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Discussion Starter · #1 ·
Well, after tripling the cost of my KS780 case, I've finally made it silent! I made the mistake of getting the Enermax 365PE PSU, that thing was a turbine. I thought it was amazing when I first turned it on, but as soon as it warms up you might as well wear some earplugs. I put that in when I added the Zalman flower CPU cooler to my Athlon 1.4GHz CPU. That's an incredible difference from the stock AMD HSF. I ended up putting an Enlight stock PSU from another chassis in, it was much better, but still not completely inaudible. Today I got my Power PC & Cooling Silencer 80mm fan in, took the original PSU fan out and attached the Silencer fan to the outside of the PSU instead of the inside and finally, my HTPC is silent! Granted I can still hear the HDD head chatter, but that is only on boot and for a second when the DVD player starts up. Maybe I'll go ahead and get the HDD Silencer, but I don't think I need it or the extra heat on the HDD. This IBM 60GB 60GXP is quiet!

Here are the steps I've done:
  • Ordered KS780 chassis with Enermax 765VE PSU - wrong choice for Quiet PSU, great PSU otherwise...
  • Replace Radeon HSF with a 486 heatsink w/o fan
  • Line chassis with Dynamat Extreme - questionable results for the money.
  • Replace Northbridge fan with the passive heatsink from QuietPC
  • Replace stock AMD HSF with the Zalman Flower from QuietPC
  • Replace 104S Pioneer DVD with 106S Pioneer DVD
  • Replace Enermax with an Enlight PSU
  • Replace stock Enlight fan with PPC&C Silencer fan

Result: Absolute listening bliss! I can't hear it at all from my couch. I can hear a slight hum when I'm right on top of the system, but that's only from about two feet away. Finally, I did it!


-will
 

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I also have the Zalman Flower in my KS780. I'm using the Zalman 300 watt ps which is made to be quiet. This ps is a good 2x heavier than the ps that came with the KS780. I was at a local computer show and was told by a Zalman rep (the company had a booth) that they make the ps so it requires less cooling. Well at the time it sounded good ;) I have a Power PC & Cooling Silencer 80mm fan in the front of the case blowing air in. Compared to my other boxes this one is pretty darn quiet but I can still hear it from 14ft when the audio is low/off.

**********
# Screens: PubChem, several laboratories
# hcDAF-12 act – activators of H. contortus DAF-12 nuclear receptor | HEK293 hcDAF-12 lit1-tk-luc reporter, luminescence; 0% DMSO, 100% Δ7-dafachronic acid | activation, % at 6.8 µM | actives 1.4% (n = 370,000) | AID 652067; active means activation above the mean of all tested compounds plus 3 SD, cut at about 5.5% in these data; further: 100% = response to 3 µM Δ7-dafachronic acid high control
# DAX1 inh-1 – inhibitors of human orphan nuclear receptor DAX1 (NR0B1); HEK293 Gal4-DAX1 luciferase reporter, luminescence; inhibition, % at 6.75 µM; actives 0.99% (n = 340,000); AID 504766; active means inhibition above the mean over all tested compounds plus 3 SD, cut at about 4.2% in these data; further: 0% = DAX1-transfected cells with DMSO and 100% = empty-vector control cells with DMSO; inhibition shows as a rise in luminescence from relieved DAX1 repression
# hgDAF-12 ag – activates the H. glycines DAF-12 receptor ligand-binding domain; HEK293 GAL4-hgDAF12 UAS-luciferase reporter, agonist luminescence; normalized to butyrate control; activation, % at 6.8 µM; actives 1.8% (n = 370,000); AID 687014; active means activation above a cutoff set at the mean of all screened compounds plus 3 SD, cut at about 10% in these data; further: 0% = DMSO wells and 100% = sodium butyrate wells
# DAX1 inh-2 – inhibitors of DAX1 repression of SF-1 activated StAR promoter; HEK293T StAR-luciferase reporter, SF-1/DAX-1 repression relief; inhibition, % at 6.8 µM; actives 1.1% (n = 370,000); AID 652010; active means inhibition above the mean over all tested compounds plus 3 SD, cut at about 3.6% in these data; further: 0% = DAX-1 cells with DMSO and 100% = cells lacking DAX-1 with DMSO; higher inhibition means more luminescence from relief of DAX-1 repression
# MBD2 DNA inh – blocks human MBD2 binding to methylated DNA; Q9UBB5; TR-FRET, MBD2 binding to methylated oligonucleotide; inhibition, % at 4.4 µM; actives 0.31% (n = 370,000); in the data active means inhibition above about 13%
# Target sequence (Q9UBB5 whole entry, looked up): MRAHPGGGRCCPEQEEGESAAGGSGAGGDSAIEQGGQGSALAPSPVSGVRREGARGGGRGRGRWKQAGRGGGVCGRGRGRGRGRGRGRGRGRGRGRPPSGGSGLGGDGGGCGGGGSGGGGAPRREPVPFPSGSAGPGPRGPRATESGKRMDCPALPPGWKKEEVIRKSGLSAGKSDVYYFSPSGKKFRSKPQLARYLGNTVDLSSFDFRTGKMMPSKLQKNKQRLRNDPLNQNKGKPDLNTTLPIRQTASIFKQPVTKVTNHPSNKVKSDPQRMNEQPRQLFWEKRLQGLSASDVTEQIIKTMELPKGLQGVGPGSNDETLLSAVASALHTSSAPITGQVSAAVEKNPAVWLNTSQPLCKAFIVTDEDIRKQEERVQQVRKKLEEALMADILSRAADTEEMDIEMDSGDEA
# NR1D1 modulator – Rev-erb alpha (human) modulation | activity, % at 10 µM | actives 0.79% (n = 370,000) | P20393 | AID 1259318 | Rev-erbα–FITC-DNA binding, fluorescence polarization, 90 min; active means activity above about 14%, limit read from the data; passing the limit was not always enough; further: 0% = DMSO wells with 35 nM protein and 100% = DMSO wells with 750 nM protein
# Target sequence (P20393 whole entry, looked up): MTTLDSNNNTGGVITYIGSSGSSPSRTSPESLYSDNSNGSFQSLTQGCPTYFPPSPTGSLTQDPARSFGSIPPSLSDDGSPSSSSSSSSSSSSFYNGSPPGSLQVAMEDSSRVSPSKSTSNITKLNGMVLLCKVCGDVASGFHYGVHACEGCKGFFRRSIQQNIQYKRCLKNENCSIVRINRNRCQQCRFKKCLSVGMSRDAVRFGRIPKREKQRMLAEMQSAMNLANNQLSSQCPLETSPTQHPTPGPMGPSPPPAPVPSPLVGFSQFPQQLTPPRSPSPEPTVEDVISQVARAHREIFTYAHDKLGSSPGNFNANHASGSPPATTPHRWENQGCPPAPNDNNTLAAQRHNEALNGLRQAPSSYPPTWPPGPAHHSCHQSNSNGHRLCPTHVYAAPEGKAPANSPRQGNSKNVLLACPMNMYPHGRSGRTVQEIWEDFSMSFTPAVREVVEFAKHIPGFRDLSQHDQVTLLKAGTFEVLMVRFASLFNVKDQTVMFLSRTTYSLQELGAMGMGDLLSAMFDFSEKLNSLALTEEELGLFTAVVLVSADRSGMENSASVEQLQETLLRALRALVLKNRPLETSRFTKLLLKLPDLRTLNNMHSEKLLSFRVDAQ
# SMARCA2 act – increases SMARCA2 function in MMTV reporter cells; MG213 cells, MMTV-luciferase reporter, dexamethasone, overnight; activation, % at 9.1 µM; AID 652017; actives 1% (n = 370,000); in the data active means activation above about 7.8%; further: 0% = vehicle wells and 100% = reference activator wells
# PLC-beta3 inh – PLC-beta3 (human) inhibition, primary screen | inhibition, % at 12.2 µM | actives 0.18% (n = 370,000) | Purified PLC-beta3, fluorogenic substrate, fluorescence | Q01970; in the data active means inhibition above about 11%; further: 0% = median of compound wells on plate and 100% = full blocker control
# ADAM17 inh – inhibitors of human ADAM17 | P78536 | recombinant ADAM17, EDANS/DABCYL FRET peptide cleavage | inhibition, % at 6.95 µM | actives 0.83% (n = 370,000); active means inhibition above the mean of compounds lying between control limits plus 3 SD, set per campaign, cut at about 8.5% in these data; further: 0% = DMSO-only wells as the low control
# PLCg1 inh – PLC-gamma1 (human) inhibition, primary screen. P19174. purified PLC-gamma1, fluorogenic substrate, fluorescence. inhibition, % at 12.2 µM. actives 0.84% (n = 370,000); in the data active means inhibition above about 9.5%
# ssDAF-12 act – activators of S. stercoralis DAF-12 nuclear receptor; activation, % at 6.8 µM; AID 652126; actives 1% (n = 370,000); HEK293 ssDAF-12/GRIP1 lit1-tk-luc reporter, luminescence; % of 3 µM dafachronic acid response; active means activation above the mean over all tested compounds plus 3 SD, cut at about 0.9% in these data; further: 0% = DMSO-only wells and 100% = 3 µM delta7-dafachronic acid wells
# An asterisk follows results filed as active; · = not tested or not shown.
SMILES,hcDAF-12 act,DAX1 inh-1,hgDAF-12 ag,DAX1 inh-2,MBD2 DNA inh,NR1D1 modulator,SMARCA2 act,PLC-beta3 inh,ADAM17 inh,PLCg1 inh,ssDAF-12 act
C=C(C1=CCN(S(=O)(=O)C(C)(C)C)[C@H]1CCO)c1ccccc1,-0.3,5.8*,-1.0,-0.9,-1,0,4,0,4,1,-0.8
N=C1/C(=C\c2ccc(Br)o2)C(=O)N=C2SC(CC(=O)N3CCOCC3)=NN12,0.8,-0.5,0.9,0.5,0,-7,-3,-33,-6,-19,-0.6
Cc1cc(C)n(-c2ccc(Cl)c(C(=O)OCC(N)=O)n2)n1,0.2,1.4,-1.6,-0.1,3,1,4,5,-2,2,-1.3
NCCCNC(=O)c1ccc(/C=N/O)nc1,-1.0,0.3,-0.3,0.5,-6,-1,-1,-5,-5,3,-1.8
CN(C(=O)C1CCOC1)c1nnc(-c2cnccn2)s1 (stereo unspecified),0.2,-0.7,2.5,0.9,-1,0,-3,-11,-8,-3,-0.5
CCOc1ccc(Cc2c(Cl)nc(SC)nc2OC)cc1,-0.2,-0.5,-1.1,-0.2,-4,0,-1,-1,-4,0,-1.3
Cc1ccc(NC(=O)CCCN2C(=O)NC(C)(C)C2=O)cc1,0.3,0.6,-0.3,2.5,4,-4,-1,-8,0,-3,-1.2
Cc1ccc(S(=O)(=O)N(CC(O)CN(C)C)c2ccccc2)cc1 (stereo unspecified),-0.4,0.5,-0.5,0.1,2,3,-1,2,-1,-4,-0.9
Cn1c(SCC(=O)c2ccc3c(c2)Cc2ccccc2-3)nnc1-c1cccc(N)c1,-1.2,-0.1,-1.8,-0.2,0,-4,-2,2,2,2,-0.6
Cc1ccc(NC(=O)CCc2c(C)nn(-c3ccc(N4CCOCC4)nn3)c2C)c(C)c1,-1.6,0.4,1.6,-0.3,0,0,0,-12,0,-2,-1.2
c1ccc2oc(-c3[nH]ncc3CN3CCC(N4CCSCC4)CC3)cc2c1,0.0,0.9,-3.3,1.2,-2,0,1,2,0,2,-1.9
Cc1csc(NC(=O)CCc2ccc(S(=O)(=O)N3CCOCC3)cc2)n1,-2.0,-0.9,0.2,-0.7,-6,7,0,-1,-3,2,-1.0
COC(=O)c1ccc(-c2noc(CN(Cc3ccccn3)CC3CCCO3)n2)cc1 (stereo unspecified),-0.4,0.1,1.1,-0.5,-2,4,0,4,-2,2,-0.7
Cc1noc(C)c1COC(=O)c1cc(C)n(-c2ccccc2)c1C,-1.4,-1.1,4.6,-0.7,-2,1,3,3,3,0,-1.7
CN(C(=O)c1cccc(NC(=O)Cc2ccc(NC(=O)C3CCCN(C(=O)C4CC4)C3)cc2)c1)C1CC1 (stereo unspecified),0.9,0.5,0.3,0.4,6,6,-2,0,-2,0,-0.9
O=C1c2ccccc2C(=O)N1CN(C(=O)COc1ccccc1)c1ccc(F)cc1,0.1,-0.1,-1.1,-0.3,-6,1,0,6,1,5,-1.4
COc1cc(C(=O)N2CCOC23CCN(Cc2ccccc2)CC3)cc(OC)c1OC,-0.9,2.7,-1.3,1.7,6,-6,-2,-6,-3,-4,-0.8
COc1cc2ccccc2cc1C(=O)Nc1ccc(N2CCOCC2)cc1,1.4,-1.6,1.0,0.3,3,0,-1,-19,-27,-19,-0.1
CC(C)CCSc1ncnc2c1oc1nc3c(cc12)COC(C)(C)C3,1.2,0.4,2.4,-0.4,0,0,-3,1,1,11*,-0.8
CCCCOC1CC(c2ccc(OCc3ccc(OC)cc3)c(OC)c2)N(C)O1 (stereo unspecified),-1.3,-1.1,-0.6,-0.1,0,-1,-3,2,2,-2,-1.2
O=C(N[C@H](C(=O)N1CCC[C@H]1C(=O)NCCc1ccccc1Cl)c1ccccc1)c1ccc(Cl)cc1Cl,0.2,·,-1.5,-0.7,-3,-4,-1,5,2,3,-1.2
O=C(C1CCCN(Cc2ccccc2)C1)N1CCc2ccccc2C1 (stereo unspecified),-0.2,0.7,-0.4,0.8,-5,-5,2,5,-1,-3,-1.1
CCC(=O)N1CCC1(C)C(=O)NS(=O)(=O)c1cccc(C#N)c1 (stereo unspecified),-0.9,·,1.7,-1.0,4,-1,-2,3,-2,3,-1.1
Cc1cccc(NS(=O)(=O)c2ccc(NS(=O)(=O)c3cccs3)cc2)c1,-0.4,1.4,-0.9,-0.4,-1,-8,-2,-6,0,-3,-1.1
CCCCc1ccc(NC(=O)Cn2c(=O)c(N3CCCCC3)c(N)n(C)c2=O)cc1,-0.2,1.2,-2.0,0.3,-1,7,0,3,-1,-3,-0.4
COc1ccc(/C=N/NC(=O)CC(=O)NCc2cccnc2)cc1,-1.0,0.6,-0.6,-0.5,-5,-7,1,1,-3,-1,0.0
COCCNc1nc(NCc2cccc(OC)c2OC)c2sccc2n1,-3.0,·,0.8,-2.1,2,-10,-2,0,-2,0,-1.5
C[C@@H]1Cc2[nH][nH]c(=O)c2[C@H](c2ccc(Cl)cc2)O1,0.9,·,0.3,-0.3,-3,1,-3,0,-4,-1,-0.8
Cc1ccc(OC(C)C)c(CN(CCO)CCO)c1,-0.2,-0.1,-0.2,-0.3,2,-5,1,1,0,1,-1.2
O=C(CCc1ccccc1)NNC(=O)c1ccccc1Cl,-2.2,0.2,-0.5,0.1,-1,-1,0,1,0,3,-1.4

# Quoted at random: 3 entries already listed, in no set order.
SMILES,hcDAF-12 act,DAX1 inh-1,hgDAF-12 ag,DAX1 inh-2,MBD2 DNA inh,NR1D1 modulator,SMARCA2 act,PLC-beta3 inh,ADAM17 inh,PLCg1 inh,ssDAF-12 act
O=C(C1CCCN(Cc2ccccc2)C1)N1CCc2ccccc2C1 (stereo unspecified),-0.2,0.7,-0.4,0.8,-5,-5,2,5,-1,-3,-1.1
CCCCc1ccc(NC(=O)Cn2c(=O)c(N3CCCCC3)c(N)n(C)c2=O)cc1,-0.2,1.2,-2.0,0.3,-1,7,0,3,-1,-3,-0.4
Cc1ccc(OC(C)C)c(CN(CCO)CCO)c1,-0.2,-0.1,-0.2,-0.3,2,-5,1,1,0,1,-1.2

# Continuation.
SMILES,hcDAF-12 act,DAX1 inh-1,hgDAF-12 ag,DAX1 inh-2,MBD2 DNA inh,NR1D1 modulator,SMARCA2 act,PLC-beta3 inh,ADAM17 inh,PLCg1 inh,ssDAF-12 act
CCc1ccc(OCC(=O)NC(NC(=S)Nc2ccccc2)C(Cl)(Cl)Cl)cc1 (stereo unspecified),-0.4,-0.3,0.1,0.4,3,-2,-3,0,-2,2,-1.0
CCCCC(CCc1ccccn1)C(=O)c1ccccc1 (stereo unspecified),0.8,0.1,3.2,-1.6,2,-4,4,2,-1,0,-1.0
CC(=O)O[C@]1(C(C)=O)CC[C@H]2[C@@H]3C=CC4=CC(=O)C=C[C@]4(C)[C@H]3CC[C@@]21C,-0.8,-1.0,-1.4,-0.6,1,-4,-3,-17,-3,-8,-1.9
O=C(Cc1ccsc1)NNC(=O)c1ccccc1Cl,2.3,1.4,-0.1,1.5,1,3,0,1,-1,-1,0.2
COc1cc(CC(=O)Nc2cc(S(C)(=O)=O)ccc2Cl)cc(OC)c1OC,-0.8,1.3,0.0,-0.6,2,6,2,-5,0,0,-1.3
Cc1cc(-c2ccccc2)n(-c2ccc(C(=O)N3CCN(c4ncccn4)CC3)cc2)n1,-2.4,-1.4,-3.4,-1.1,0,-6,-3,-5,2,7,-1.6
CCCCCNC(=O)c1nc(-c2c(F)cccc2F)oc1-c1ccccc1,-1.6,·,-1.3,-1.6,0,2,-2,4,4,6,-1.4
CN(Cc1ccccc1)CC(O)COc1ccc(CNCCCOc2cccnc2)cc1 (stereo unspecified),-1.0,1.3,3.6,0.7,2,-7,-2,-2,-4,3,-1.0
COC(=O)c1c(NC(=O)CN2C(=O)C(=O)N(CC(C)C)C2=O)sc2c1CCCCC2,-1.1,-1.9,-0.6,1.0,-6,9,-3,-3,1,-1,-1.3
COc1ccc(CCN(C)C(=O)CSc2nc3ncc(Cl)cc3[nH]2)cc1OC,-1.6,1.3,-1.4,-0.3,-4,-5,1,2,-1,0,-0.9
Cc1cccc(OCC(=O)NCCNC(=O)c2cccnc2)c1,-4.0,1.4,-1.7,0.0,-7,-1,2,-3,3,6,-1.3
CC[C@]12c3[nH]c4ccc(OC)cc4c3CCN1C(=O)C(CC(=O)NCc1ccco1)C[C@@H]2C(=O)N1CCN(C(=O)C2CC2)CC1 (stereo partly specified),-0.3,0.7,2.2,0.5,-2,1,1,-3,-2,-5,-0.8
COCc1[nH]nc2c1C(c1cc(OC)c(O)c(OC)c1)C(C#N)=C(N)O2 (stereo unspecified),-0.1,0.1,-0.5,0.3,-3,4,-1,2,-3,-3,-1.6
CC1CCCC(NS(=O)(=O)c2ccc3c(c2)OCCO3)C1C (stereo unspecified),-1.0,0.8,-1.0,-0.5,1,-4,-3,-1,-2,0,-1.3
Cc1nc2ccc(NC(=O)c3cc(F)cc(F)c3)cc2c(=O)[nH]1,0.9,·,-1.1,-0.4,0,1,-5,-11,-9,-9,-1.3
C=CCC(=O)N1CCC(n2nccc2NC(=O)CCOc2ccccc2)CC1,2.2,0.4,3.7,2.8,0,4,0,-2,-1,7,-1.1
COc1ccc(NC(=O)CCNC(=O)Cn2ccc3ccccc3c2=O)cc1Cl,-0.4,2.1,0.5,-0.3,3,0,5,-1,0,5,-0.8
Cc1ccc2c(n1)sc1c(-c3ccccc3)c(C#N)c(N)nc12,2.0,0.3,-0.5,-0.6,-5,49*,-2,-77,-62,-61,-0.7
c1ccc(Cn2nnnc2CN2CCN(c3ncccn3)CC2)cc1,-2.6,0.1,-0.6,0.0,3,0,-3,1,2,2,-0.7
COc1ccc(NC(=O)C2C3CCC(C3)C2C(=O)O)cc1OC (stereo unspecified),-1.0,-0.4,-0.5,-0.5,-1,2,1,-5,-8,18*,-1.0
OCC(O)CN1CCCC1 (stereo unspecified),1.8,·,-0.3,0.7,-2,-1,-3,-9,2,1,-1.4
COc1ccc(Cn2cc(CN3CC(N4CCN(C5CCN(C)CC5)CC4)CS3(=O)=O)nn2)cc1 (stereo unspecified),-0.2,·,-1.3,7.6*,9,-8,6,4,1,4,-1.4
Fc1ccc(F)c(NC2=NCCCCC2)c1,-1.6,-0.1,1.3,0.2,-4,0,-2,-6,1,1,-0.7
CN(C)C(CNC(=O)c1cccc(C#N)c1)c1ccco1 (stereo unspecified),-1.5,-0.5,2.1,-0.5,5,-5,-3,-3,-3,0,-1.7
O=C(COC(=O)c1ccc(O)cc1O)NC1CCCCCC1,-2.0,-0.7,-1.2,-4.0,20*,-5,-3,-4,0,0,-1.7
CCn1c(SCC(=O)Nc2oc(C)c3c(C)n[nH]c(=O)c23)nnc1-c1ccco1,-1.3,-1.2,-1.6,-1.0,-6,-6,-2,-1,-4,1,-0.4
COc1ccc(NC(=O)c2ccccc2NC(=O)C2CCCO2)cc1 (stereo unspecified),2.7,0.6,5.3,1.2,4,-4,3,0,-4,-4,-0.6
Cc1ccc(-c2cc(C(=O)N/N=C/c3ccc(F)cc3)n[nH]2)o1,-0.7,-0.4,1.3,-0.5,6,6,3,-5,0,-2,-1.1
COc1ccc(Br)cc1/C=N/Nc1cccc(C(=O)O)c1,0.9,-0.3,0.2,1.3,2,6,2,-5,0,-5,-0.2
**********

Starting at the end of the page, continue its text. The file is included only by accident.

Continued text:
I'm wondering if you're running your flower in silent or quiet mode ? Also do you know what temp your mb and cpu run at ?


Thanks for your time,


Ken
 

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Discussion Starter · #3 ·
I'm running in Quiet Mode, the manual said that was fine for 1.4GHz CPUs. I just checked the temps, and they were 55C for CPU and 41C for Ambient.


-will
 

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Glad to head you've been able to make your HTPC quiet Will!


I went through the same thing about 10 months ago, and detailed what I did here: http://www.avsforum.com/avs-vb/showt...ght=quiet+HTPC


The biggest difference is that I really didn't buy anything special after the fact - simply picked some parts from the start that were (supposedly) quiet and worked from there. All the noise was from vibrations and airflow turbulence. Minimizing both of of those gave me something. I've had a bunch of people from here comment on how the thing makes absolutely no noise at all.


Kal
 

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Yeah, that Enermax is a turbine. I've been playing around trying to get mine quieter.


I've noticed that if I 7v the rear fan then it is much better, but then the case temps soar - I think because the 92mm internal fan is recirculating hot air back into the case through the PSUs internal vents.


I tried powering up the PC when I had the PSU cover off (I've studied electronics....Don't try this at home otherwise...). Anyway, the PSU with the cover off *is* extremely quiet, which suggests that a lot of the noise is turbulence.


I've got a couple of ideas to try:

1)Cover the internal vents on the PSU, and see if this kills the turbulence.


2) As (1) but 7V the external fan and see what happens to the case temps.


3)Remove the metal vents and replace with a fan filter assembly to kill the turbulence.


4)Replacing the fans with Panaflo or Pabst.


My HSF at this point is reasonably quiet. I got an Alpha8045 with an Enermax speed controllable fan, and as long as the case temps are ok, I can get the CPU down to 40C idle and 50C load. ([email protected] - Vcore +0.1)


Once I've quietened the PSU more I'll take another look at the HSF if need be - I might try a Panaflo/Pabst on it, or ultimately I could drop the overclock and reduce the fan speed further.


I'm also considering putting a vent in the side of the case just in front of the PSU for a quiet fan - the circulation of the KS780 is terrible once an AGP card is installed, and the front fan position is pretty useless as far as pushing hot air out - the 'hot' area around the CPU is barely affected by it.
 

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I have thought about placing an exhaust fan next to the PSU and DVD drive as well, but I am reluctant to make any solid mods until the fasci arrives and I can easily know where everything is going to be mounted.


I did remove the grill on the empty side of the PSU, and now regret it because, as genixia noted, the 92mm fan simply pushes more air than the exhaust fan. I'm curious what would be the effect of 7V the 92mm fan. I'd rather do that, then block off the grill/opening on the empty side of the PSU. I wouldn't want to restrict the air flow which is moving over those heatsinks, and I think blocking off the grill would do just that.


What would be the worst effect of taking the 92mm fan (if it fits) and putting it on the side which has the grill and blocking its current home? wouldn't this be the more sensible way to move air through the PSU? It would also remove more air from the CDRW/DVD drive area. At the same time eliminating the hot air spilling out of the PSU and back into the case. The benefits of having that 92mm fan next to the CPU area are not realized in my setup because my Silverado HSF uses a blower fan that faces opposite the 92mm fan. This is definitely not a benefit. With certain motherboards and case combos the socket is not right next to the PSU, so I can understand this notion. But with the Epox 8K7A and the 780B there are right next to eachother. Which really doesn't do a heatsink fan any favors, if it is blowing down on the heatsink. And I think most do.